U.S. laws take bite out of gambling company's profits

A Canadian online gambling service provider is the latest company to tighten its belt following the U.S. Internet gambling ban last year.

Three subsidiaries of British Columbia-based ESI Entertainment Systems Inc. - Citadel Commerce Corp., ESI Integrity Inc. and PlayLine Inc. - derive their proceeds from online gambling.

The majority of ESI Entertainment Systems' business came from payment processor Citadel, which transfers money for more than 600,000 Americans, in large part to Internet gaming sites.

Following the arrest of the founders of competitor NETeller last month, Citadel ceased transactions with U.S. customers.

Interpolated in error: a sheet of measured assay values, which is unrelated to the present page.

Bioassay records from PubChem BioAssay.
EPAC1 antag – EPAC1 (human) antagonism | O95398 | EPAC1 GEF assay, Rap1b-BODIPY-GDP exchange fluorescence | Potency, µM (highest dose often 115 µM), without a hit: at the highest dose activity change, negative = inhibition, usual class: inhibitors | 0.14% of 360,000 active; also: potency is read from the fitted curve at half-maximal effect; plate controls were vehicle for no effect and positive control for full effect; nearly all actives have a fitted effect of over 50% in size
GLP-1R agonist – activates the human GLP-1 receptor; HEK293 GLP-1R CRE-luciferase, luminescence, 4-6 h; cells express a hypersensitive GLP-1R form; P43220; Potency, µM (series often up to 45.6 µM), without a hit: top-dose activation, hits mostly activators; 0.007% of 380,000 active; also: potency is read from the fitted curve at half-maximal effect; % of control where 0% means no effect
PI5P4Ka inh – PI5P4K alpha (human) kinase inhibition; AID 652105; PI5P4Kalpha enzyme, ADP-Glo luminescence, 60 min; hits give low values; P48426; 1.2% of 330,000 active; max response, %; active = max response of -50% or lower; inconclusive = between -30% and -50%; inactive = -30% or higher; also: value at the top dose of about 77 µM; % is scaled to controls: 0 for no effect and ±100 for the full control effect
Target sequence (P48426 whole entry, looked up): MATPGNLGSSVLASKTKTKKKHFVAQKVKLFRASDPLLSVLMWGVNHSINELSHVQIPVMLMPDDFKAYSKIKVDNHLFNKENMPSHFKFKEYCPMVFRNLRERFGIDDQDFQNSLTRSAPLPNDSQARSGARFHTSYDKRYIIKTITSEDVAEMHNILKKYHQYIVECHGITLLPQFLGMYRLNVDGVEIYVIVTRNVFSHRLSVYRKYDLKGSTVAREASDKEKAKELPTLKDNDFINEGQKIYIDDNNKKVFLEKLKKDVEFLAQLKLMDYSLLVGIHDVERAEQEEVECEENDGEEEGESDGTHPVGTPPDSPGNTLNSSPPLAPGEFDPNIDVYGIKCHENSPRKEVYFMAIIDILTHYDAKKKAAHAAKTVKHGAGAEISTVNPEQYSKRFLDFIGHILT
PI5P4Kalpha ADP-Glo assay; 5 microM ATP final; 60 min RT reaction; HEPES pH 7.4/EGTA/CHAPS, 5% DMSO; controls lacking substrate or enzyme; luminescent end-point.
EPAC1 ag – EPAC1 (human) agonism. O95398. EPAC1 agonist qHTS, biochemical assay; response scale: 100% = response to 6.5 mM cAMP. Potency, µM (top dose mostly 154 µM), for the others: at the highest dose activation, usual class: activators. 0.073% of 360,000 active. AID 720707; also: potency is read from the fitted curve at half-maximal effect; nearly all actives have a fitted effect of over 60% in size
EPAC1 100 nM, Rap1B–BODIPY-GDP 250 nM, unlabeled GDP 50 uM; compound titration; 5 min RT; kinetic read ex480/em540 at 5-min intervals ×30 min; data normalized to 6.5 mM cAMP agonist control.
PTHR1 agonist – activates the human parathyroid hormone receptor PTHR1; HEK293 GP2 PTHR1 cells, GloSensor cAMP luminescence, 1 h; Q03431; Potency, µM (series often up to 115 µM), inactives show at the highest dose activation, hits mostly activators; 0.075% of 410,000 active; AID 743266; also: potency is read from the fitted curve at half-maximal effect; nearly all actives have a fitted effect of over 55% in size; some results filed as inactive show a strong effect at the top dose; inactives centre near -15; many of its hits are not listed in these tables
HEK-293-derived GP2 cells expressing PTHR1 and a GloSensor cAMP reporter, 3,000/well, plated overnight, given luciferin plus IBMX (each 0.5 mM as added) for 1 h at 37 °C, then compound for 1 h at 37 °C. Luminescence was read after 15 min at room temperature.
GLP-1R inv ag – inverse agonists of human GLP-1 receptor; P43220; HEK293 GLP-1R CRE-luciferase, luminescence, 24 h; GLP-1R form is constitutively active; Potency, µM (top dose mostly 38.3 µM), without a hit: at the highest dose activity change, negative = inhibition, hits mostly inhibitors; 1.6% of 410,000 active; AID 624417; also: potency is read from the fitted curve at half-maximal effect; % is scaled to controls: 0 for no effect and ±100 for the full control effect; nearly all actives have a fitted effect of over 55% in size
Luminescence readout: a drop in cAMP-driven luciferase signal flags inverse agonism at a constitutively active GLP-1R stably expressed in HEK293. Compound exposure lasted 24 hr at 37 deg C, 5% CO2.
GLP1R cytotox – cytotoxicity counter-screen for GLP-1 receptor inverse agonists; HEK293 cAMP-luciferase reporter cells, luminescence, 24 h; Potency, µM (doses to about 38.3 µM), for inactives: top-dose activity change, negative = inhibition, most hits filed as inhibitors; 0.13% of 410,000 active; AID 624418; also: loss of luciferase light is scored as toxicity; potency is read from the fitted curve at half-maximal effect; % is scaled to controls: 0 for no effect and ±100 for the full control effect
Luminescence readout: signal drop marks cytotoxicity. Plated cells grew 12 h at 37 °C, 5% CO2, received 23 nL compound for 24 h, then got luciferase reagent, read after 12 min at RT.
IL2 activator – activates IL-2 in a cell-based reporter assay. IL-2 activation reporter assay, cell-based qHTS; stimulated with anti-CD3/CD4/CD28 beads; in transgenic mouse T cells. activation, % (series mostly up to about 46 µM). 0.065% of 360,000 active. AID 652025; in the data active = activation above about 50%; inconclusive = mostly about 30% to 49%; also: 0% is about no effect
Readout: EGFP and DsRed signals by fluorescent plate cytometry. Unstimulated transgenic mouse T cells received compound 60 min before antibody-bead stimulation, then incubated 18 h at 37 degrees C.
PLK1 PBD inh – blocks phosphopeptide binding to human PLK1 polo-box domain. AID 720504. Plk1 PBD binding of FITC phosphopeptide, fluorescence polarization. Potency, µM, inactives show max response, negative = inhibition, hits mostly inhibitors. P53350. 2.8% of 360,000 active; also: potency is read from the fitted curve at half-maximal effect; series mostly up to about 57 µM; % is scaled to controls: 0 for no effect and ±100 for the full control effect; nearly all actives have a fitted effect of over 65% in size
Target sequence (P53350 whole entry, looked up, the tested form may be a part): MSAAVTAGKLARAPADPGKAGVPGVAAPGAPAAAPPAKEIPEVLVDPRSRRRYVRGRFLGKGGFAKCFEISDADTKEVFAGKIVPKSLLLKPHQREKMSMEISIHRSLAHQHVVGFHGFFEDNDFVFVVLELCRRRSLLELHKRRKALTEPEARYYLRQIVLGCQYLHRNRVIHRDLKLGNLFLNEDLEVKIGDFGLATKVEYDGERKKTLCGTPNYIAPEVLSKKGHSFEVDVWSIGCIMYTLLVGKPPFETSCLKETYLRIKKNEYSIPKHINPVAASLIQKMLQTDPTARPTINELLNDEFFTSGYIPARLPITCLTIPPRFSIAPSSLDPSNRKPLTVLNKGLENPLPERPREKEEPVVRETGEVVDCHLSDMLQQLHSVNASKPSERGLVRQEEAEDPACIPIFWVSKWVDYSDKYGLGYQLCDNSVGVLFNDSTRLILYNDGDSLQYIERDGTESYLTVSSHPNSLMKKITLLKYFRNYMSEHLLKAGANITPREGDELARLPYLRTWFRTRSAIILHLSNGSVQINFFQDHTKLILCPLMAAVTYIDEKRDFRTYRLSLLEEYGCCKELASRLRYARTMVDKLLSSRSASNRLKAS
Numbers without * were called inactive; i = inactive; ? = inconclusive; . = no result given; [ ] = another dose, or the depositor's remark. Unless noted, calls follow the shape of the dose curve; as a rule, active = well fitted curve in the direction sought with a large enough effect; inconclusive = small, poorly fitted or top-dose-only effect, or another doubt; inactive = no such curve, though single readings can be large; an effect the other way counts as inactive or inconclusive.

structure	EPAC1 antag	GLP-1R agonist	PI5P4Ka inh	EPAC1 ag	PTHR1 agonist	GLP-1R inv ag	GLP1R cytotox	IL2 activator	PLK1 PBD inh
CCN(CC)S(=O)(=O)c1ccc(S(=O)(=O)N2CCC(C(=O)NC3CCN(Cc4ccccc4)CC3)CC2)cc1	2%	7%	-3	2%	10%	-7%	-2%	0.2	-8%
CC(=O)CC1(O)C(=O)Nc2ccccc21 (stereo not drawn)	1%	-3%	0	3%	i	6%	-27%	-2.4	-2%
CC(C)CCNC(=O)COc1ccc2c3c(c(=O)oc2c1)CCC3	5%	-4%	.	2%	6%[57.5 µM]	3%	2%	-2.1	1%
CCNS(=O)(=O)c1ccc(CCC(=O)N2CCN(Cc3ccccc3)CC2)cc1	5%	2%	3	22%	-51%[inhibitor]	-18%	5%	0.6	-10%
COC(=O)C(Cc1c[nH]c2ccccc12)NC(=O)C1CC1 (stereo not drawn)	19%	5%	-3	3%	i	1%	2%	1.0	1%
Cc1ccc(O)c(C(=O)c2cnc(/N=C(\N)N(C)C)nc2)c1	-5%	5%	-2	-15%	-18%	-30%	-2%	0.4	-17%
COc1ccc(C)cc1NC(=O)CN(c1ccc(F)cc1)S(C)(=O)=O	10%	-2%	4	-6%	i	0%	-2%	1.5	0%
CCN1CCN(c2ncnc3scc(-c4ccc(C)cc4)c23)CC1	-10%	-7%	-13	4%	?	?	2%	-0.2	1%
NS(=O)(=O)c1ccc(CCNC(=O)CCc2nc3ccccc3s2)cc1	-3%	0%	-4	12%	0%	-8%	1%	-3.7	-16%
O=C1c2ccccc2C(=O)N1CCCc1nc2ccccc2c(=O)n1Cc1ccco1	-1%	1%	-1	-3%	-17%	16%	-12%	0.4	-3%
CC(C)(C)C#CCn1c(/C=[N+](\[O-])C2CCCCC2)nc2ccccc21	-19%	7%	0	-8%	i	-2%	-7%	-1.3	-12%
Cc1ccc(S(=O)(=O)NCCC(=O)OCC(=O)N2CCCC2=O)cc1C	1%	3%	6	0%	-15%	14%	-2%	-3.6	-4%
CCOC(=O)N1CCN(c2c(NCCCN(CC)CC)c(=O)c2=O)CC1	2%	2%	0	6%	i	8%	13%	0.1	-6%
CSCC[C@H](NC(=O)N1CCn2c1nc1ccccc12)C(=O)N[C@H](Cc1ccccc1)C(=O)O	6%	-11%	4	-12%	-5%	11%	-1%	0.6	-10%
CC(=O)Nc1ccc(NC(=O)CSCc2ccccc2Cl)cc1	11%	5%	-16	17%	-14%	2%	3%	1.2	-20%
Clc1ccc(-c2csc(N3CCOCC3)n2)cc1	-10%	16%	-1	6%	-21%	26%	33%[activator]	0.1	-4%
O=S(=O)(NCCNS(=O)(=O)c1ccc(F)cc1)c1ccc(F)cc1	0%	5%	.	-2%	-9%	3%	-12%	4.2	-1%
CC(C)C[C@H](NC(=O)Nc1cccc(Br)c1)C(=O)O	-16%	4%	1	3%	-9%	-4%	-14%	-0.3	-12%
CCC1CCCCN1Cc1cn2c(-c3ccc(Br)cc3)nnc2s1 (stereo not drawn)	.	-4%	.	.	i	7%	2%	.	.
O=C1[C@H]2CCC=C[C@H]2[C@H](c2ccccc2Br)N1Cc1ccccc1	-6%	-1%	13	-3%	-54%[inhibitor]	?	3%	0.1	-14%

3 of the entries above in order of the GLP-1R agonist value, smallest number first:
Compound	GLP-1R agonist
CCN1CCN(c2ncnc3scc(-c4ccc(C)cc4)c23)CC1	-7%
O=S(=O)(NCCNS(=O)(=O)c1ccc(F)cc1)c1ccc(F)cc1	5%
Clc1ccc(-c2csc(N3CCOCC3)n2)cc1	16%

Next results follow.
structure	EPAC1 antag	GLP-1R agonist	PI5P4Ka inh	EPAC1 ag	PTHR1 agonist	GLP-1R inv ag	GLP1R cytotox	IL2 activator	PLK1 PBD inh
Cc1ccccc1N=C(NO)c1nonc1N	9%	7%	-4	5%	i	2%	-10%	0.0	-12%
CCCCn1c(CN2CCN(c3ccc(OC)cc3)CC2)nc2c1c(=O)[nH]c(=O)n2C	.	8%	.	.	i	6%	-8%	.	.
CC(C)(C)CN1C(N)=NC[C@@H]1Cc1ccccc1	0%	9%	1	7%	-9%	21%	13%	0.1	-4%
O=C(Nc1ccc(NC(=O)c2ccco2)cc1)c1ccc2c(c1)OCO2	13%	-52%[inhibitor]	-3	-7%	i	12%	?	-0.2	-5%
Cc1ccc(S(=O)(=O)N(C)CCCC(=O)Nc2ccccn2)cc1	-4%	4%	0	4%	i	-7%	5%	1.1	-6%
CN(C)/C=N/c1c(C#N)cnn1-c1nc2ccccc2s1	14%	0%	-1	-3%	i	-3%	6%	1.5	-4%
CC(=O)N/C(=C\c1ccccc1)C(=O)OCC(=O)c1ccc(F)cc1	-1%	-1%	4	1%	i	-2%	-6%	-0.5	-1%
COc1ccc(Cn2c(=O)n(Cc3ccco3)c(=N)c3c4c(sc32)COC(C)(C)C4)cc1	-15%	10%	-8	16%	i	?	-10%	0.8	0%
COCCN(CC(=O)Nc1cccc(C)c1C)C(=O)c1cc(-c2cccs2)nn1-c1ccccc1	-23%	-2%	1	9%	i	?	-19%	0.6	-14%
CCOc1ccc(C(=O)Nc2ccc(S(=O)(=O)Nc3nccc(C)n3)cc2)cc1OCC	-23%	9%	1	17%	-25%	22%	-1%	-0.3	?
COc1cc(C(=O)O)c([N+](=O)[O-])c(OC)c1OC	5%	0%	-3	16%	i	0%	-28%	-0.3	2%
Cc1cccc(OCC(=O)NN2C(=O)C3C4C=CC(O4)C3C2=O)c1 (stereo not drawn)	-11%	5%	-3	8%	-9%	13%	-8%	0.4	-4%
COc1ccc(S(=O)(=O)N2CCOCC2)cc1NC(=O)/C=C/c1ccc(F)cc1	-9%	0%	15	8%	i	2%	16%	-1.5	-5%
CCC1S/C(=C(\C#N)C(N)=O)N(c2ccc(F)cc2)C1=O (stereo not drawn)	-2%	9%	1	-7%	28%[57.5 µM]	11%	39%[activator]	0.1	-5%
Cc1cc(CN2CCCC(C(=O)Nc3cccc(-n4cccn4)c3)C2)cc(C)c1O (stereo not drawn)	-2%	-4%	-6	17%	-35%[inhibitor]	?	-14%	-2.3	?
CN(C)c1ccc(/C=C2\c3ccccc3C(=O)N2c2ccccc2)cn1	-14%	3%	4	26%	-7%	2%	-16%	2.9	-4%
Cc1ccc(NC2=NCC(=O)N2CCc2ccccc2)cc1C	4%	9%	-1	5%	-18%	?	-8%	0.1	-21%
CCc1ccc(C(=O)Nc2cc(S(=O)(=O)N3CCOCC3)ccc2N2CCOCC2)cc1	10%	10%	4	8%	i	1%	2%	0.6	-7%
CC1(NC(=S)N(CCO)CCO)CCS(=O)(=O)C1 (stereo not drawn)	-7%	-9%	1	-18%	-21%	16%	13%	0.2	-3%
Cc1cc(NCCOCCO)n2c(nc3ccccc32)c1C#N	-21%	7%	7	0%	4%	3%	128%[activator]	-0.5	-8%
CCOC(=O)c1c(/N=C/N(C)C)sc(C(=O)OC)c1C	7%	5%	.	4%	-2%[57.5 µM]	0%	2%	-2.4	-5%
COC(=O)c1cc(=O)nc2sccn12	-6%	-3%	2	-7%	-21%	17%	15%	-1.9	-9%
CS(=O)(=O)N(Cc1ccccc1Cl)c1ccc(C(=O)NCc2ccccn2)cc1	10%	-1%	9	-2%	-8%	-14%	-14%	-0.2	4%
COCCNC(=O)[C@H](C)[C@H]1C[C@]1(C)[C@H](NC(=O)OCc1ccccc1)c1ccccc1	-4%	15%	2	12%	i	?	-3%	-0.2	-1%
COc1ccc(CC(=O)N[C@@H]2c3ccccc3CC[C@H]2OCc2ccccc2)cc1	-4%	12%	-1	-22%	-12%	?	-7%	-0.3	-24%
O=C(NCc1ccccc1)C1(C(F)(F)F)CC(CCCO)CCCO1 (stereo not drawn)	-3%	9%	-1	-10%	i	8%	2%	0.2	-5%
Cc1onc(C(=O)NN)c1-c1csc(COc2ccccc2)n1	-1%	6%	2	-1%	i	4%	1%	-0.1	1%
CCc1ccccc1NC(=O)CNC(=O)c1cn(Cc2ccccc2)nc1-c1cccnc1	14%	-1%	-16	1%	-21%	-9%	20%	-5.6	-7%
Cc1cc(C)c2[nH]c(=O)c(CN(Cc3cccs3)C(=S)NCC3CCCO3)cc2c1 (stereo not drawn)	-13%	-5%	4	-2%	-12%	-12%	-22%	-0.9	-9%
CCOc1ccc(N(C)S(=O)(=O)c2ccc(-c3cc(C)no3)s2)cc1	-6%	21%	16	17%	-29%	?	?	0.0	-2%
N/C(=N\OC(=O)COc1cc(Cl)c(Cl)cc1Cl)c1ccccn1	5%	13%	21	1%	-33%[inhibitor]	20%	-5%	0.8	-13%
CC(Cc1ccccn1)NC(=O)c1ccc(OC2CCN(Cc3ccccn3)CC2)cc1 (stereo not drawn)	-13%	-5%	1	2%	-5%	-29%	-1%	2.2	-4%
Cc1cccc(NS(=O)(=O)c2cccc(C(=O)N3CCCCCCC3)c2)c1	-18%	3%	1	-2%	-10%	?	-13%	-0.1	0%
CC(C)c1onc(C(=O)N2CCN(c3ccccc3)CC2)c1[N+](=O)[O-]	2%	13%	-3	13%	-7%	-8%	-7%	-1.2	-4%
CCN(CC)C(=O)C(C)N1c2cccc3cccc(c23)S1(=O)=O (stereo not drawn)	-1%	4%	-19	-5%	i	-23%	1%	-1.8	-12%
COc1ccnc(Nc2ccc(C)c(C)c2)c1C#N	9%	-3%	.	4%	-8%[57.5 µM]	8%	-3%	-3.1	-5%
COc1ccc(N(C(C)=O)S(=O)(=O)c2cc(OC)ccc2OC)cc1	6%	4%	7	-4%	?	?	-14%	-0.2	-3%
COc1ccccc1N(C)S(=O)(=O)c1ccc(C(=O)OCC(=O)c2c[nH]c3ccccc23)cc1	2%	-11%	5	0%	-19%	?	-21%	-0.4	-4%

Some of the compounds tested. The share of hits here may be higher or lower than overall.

It was a costly move for ESI. Though its revenues were up 35% to $17.5 million for the period ending in late 2006, the company anticipated a net loss of $4.5 million due to October's Unlawful Internet Gambling Enforcement Act.

Layoffs of 22 staff members kicked off the new year and were followed with a recent announcement from ESI of 80 more job cuts. The staff reductions coupled with other efforts are expected to save the company $6 million.

Given the legal instability in the online gaming industry, ESI's stock price has dropped from its initial $3 offering price to 58¢ on the Toronto Stock Exchange.

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